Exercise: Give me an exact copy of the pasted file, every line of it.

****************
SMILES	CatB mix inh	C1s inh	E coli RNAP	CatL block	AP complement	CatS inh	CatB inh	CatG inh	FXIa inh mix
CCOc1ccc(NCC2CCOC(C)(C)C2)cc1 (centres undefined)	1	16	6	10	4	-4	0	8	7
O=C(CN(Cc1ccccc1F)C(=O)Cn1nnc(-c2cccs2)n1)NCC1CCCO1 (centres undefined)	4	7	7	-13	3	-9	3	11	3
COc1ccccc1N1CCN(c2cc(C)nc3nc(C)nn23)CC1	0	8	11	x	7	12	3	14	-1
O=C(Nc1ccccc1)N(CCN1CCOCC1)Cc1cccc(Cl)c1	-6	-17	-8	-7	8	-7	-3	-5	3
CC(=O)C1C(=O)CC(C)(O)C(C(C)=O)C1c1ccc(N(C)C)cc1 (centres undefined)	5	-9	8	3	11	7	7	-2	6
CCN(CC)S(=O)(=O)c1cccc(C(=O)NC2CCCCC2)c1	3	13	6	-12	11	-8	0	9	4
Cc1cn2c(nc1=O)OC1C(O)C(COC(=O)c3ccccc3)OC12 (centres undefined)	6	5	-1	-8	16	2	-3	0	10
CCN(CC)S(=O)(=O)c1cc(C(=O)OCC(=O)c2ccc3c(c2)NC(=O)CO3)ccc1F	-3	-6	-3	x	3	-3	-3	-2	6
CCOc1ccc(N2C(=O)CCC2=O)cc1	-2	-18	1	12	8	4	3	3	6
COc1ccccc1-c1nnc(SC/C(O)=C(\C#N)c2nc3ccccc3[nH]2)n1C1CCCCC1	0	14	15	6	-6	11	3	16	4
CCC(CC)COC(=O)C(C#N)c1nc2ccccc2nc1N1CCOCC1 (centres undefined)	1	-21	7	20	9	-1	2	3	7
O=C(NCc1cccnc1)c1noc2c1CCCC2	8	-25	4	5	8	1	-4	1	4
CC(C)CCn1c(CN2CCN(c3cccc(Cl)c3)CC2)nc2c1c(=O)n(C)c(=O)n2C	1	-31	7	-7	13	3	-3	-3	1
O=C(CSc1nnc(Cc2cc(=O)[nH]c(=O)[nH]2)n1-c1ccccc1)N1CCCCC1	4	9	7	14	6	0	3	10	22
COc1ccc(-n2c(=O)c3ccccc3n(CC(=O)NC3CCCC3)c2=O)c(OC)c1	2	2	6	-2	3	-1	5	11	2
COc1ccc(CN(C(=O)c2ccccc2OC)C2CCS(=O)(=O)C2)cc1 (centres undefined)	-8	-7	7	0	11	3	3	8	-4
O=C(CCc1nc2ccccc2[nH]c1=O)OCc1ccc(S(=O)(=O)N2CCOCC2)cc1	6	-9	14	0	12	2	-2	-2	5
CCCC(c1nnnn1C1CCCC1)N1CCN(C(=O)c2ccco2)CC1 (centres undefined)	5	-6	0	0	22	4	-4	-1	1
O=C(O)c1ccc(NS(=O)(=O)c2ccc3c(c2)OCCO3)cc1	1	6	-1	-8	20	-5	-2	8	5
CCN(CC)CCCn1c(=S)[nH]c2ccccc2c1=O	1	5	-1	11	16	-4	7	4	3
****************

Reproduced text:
SMILES	CatB mix inh	C1s inh	E coli RNAP	CatL block	AP complement	CatS inh	CatB inh	CatG inh	FXIa inh mix
CCOc1ccc(NCC2CCOC(C)(C)C2)cc1 (centres undefined)	1	16	6	10	4	-4	0	8	7
O=C(CN(Cc1ccccc1F)C(=O)Cn1nnc(-c2cccs2)n1)NCC1CCCO1 (centres undefined)	4	7	7	-13	3	-9	3	11	3
COc1ccccc1N1CCN(c2cc(C)nc3nc(C)nn23)CC1	0	8	11	x	7	12	3	14	-1
O=C(Nc1ccccc1)N(CCN1CCOCC1)Cc1cccc(Cl)c1	-6	-17	-8	-7	8	-7	-3	-5	3
CC(=O)C1C(=O)CC(C)(O)C(C(C)=O)C1c1ccc(N(C)C)cc1 (centres undefined)	5	-9	8	3	11	7	7	-2	6
CCN(CC)S(=O)(=O)c1cccc(C(=O)NC2CCCCC2)c1	3	13	6	-12	11	-8	0	9	4
Cc1cn2c(nc1=O)OC1C(O)C(COC(=O)c3ccccc3)OC12 (centres undefined)	6	5	-1	-8	16	2	-3	0	10
CCN(CC)S(=O)(=O)c1cc(C(=O)OCC(=O)c2ccc3c(c2)NC(=O)CO3)ccc1F	-3	-6	-3	x	3	-3	-3	-2	6
CCOc1ccc(N2C(=O)CCC2=O)cc1	-2	-18	1	12	8	4	3	3	6
COc1ccccc1-c1nnc(SC/C(O)=C(\C#N)c2nc3ccccc3[nH]2)n1C1CCCCC1	0	14	15	6	-6	11	3	16	4
CCC(CC)COC(=O)C(C#N)c1nc2ccccc2nc1N1CCOCC1 (centres undefined)	1	-21	7	20	9	-1	2	3	7
O=C(NCc1cccnc1)c1noc2c1CCCC2	8	-25	4	5	8	1	-4	1	4
CC(C)CCn1c(CN2CCN(c3cccc(Cl)c3)CC2)nc2c1c(=O)n(C)c(=O)n2C	1	-31	7	-7	13	3	-3	-3	1
O=C(CSc1nnc(Cc2cc(=O)[nH]c(=O)[nH]2)n1-c1ccccc1)N1CCCCC1	4	9	7	14	6	0	3	10	22
COc1ccc(-n2c(=O)c3ccccc3n(CC(=O)NC3CCCC3)c2=O)c(OC)c1	2	2	6	-2	3	-1	5	11	2
COc1ccc(CN(C(=O)c2ccccc2OC)C2CCS(=O)(=O)C2)cc1 (centres undefined)	-8	-7	7	0	11	3	3	8	-4
O=C(CCc1nc2ccccc2[nH]c1=O)OCc1ccc(S(=O)(=O)N2CCOCC2)cc1	6	-9	14	0	12	2	-2	-2	5
CCCC(c1nnnn1C1CCCC1)N1CCN(C(=O)c2ccco2)CC1 (centres undefined)	5	-6	0	0	22	4	-4	-1	1
O=C(O)c1ccc(NS(=O)(=O)c2ccc3c(c2)OCCO3)cc1	1	6	-1	-8	20	-5	-2	8	5
CCN(CC)CCCn1c(=S)[nH]c2ccccc2c1=O	1	5	-1	11	16	-4	7	4	3